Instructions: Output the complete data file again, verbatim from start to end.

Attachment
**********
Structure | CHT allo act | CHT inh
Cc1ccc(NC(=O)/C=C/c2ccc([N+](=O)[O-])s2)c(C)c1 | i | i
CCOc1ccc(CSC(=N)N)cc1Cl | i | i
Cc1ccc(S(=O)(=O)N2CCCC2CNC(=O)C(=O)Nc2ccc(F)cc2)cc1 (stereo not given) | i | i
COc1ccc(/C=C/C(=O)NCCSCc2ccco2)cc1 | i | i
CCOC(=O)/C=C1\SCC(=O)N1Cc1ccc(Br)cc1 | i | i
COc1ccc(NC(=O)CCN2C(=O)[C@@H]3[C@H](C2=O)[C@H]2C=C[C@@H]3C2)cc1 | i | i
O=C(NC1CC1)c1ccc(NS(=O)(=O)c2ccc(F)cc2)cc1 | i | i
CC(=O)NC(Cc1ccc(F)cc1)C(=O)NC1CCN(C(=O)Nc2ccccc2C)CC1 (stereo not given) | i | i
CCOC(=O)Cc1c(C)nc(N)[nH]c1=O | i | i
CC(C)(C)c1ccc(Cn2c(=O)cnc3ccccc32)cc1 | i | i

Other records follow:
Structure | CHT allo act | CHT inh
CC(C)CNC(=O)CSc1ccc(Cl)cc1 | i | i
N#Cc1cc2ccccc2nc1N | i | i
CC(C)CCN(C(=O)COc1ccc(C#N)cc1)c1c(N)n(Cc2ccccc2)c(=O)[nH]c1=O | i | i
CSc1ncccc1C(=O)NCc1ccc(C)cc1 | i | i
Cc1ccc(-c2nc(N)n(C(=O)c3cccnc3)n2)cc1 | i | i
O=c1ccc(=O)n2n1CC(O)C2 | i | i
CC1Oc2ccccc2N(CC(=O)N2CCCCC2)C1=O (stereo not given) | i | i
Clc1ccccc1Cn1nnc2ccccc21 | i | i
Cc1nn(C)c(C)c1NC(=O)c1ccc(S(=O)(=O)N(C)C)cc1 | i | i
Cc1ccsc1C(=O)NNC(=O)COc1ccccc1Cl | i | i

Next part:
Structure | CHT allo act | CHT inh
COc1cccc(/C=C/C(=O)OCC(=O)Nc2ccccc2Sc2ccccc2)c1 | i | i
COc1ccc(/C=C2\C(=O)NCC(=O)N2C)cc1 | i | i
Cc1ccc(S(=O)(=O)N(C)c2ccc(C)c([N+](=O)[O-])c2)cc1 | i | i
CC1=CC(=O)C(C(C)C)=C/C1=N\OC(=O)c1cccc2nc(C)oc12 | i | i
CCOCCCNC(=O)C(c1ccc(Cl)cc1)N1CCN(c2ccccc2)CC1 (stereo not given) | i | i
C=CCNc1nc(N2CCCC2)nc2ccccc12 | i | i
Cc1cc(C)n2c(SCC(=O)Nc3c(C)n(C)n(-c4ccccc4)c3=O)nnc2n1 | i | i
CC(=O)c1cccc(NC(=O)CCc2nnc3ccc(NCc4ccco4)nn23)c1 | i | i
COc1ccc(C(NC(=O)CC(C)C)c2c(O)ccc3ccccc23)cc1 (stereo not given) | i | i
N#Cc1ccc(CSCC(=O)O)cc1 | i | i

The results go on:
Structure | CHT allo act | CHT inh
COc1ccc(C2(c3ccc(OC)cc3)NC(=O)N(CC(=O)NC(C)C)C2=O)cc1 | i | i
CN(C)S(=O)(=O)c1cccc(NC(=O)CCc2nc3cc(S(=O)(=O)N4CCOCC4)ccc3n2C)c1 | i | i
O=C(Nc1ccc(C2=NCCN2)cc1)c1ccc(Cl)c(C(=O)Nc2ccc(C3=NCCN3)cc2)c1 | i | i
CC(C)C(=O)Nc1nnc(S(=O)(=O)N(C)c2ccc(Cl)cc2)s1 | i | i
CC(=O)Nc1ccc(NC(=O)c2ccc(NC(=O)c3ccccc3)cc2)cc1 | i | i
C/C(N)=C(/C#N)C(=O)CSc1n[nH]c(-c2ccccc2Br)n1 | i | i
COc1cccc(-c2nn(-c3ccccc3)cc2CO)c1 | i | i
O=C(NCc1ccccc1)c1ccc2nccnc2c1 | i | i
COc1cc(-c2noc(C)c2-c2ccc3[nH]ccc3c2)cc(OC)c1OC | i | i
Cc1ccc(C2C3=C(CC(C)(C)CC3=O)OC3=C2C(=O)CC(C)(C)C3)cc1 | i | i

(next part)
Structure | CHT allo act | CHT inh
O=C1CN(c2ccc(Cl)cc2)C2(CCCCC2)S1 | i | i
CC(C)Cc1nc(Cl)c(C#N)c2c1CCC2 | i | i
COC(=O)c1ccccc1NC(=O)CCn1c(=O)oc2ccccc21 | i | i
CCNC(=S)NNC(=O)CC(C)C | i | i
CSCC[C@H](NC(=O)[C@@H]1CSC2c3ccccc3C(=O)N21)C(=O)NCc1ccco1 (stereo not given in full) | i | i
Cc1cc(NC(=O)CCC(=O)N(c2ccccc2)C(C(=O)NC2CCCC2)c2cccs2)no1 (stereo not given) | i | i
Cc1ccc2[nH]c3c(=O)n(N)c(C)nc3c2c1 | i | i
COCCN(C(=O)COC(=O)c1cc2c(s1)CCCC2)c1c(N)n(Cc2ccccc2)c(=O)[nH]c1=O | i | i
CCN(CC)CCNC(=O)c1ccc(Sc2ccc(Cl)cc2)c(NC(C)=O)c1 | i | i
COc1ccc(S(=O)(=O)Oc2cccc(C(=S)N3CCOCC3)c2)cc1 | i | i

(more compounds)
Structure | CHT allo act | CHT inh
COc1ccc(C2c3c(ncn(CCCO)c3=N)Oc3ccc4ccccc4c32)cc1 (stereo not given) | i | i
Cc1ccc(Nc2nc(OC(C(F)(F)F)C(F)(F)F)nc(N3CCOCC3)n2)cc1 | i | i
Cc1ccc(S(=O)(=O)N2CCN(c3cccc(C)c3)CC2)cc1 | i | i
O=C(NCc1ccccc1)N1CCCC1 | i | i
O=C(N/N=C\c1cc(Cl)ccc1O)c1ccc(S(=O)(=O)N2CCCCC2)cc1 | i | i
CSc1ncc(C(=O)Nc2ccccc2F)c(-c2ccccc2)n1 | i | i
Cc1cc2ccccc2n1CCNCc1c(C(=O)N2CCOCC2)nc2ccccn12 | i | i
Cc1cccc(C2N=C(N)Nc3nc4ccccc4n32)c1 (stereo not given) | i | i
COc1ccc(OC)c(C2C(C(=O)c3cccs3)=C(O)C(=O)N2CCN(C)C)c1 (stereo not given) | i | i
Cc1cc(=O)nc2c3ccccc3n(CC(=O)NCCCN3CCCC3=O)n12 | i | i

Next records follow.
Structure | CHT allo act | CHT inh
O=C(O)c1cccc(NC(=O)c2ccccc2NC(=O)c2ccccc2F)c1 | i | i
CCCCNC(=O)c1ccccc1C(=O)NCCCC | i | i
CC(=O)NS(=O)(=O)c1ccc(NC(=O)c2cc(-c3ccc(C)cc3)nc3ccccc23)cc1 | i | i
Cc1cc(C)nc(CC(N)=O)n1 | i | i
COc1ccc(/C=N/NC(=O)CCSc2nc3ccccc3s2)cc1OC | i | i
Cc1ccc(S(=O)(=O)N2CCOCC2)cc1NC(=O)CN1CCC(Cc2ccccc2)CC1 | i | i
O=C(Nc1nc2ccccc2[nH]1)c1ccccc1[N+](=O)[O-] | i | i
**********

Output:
Structure | CHT allo act | CHT inh
Cc1ccc(NC(=O)/C=C/c2ccc([N+](=O)[O-])s2)c(C)c1 | i | i
CCOc1ccc(CSC(=N)N)cc1Cl | i | i
Cc1ccc(S(=O)(=O)N2CCCC2CNC(=O)C(=O)Nc2ccc(F)cc2)cc1 (stereo not given) | i | i
COc1ccc(/C=C/C(=O)NCCSCc2ccco2)cc1 | i | i
CCOC(=O)/C=C1\SCC(=O)N1Cc1ccc(Br)cc1 | i | i
COc1ccc(NC(=O)CCN2C(=O)[C@@H]3[C@H](C2=O)[C@H]2C=C[C@@H]3C2)cc1 | i | i
O=C(NC1CC1)c1ccc(NS(=O)(=O)c2ccc(F)cc2)cc1 | i | i
CC(=O)NC(Cc1ccc(F)cc1)C(=O)NC1CCN(C(=O)Nc2ccccc2C)CC1 (stereo not given) | i | i
CCOC(=O)Cc1c(C)nc(N)[nH]c1=O | i | i
CC(C)(C)c1ccc(Cn2c(=O)cnc3ccccc32)cc1 | i | i

Other records follow:
Structure | CHT allo act | CHT inh
CC(C)CNC(=O)CSc1ccc(Cl)cc1 | i | i
N#Cc1cc2ccccc2nc1N | i | i
CC(C)CCN(C(=O)COc1ccc(C#N)cc1)c1c(N)n(Cc2ccccc2)c(=O)[nH]c1=O | i | i
CSc1ncccc1C(=O)NCc1ccc(C)cc1 | i | i
Cc1ccc(-c2nc(N)n(C(=O)c3cccnc3)n2)cc1 | i | i
O=c1ccc(=O)n2n1CC(O)C2 | i | i
CC1Oc2ccccc2N(CC(=O)N2CCCCC2)C1=O (stereo not given) | i | i
Clc1ccccc1Cn1nnc2ccccc21 | i | i
Cc1nn(C)c(C)c1NC(=O)c1ccc(S(=O)(=O)N(C)C)cc1 | i | i
Cc1ccsc1C(=O)NNC(=O)COc1ccccc1Cl | i | i

Next part:
Structure | CHT allo act | CHT inh
COc1cccc(/C=C/C(=O)OCC(=O)Nc2ccccc2Sc2ccccc2)c1 | i | i
COc1ccc(/C=C2\C(=O)NCC(=O)N2C)cc1 | i | i
Cc1ccc(S(=O)(=O)N(C)c2ccc(C)c([N+](=O)[O-])c2)cc1 | i | i
CC1=CC(=O)C(C(C)C)=C/C1=N\OC(=O)c1cccc2nc(C)oc12 | i | i
CCOCCCNC(=O)C(c1ccc(Cl)cc1)N1CCN(c2ccccc2)CC1 (stereo not given) | i | i
C=CCNc1nc(N2CCCC2)nc2ccccc12 | i | i
Cc1cc(C)n2c(SCC(=O)Nc3c(C)n(C)n(-c4ccccc4)c3=O)nnc2n1 | i | i
CC(=O)c1cccc(NC(=O)CCc2nnc3ccc(NCc4ccco4)nn23)c1 | i | i
COc1ccc(C(NC(=O)CC(C)C)c2c(O)ccc3ccccc23)cc1 (stereo not given) | i | i
N#Cc1ccc(CSCC(=O)O)cc1 | i | i

The results go on:
Structure | CHT allo act | CHT inh
COc1ccc(C2(c3ccc(OC)cc3)NC(=O)N(CC(=O)NC(C)C)C2=O)cc1 | i | i
CN(C)S(=O)(=O)c1cccc(NC(=O)CCc2nc3cc(S(=O)(=O)N4CCOCC4)ccc3n2C)c1 | i | i
O=C(Nc1ccc(C2=NCCN2)cc1)c1ccc(Cl)c(C(=O)Nc2ccc(C3=NCCN3)cc2)c1 | i | i
CC(C)C(=O)Nc1nnc(S(=O)(=O)N(C)c2ccc(Cl)cc2)s1 | i | i
CC(=O)Nc1ccc(NC(=O)c2ccc(NC(=O)c3ccccc3)cc2)cc1 | i | i
C/C(N)=C(/C#N)C(=O)CSc1n[nH]c(-c2ccccc2Br)n1 | i | i
COc1cccc(-c2nn(-c3ccccc3)cc2CO)c1 | i | i
O=C(NCc1ccccc1)c1ccc2nccnc2c1 | i | i
COc1cc(-c2noc(C)c2-c2ccc3[nH]ccc3c2)cc(OC)c1OC | i | i
Cc1ccc(C2C3=C(CC(C)(C)CC3=O)OC3=C2C(=O)CC(C)(C)C3)cc1 | i | i

(next part)
Structure | CHT allo act | CHT inh
O=C1CN(c2ccc(Cl)cc2)C2(CCCCC2)S1 | i | i
CC(C)Cc1nc(Cl)c(C#N)c2c1CCC2 | i | i
COC(=O)c1ccccc1NC(=O)CCn1c(=O)oc2ccccc21 | i | i
CCNC(=S)NNC(=O)CC(C)C | i | i
CSCC[C@H](NC(=O)[C@@H]1CSC2c3ccccc3C(=O)N21)C(=O)NCc1ccco1 (stereo not given in full) | i | i
Cc1cc(NC(=O)CCC(=O)N(c2ccccc2)C(C(=O)NC2CCCC2)c2cccs2)no1 (stereo not given) | i | i
Cc1ccc2[nH]c3c(=O)n(N)c(C)nc3c2c1 | i | i
COCCN(C(=O)COC(=O)c1cc2c(s1)CCCC2)c1c(N)n(Cc2ccccc2)c(=O)[nH]c1=O | i | i
CCN(CC)CCNC(=O)c1ccc(Sc2ccc(Cl)cc2)c(NC(C)=O)c1 | i | i
COc1ccc(S(=O)(=O)Oc2cccc(C(=S)N3CCOCC3)c2)cc1 | i | i

(more compounds)
Structure | CHT allo act | CHT inh
COc1ccc(C2c3c(ncn(CCCO)c3=N)Oc3ccc4ccccc4c32)cc1 (stereo not given) | i | i
Cc1ccc(Nc2nc(OC(C(F)(F)F)C(F)(F)F)nc(N3CCOCC3)n2)cc1 | i | i
Cc1ccc(S(=O)(=O)N2CCN(c3cccc(C)c3)CC2)cc1 | i | i
O=C(NCc1ccccc1)N1CCCC1 | i | i
O=C(N/N=C\c1cc(Cl)ccc1O)c1ccc(S(=O)(=O)N2CCCCC2)cc1 | i | i
CSc1ncc(C(=O)Nc2ccccc2F)c(-c2ccccc2)n1 | i | i
Cc1cc2ccccc2n1CCNCc1c(C(=O)N2CCOCC2)nc2ccccn12 | i | i
Cc1cccc(C2N=C(N)Nc3nc4ccccc4n32)c1 (stereo not given) | i | i
COc1ccc(OC)c(C2C(C(=O)c3cccs3)=C(O)C(=O)N2CCN(C)C)c1 (stereo not given) | i | i
Cc1cc(=O)nc2c3ccccc3n(CC(=O)NCCCN3CCCC3=O)n12 | i | i

Next records follow.
Structure | CHT allo act | CHT inh
O=C(O)c1cccc(NC(=O)c2ccccc2NC(=O)c2ccccc2F)c1 | i | i
CCCCNC(=O)c1ccccc1C(=O)NCCCC | i | i
CC(=O)NS(=O)(=O)c1ccc(NC(=O)c2cc(-c3ccc(C)cc3)nc3ccccc23)cc1 | i | i
Cc1cc(C)nc(CC(N)=O)n1 | i | i
COc1ccc(/C=N/NC(=O)CCSc2nc3ccccc3s2)cc1OC | i | i
Cc1ccc(S(=O)(=O)N2CCOCC2)cc1NC(=O)CN1CCC(Cc2ccccc2)CC1 | i | i
O=C(Nc1nc2ccccc2[nH]1)c1ccccc1[N+](=O)[O-] | i | i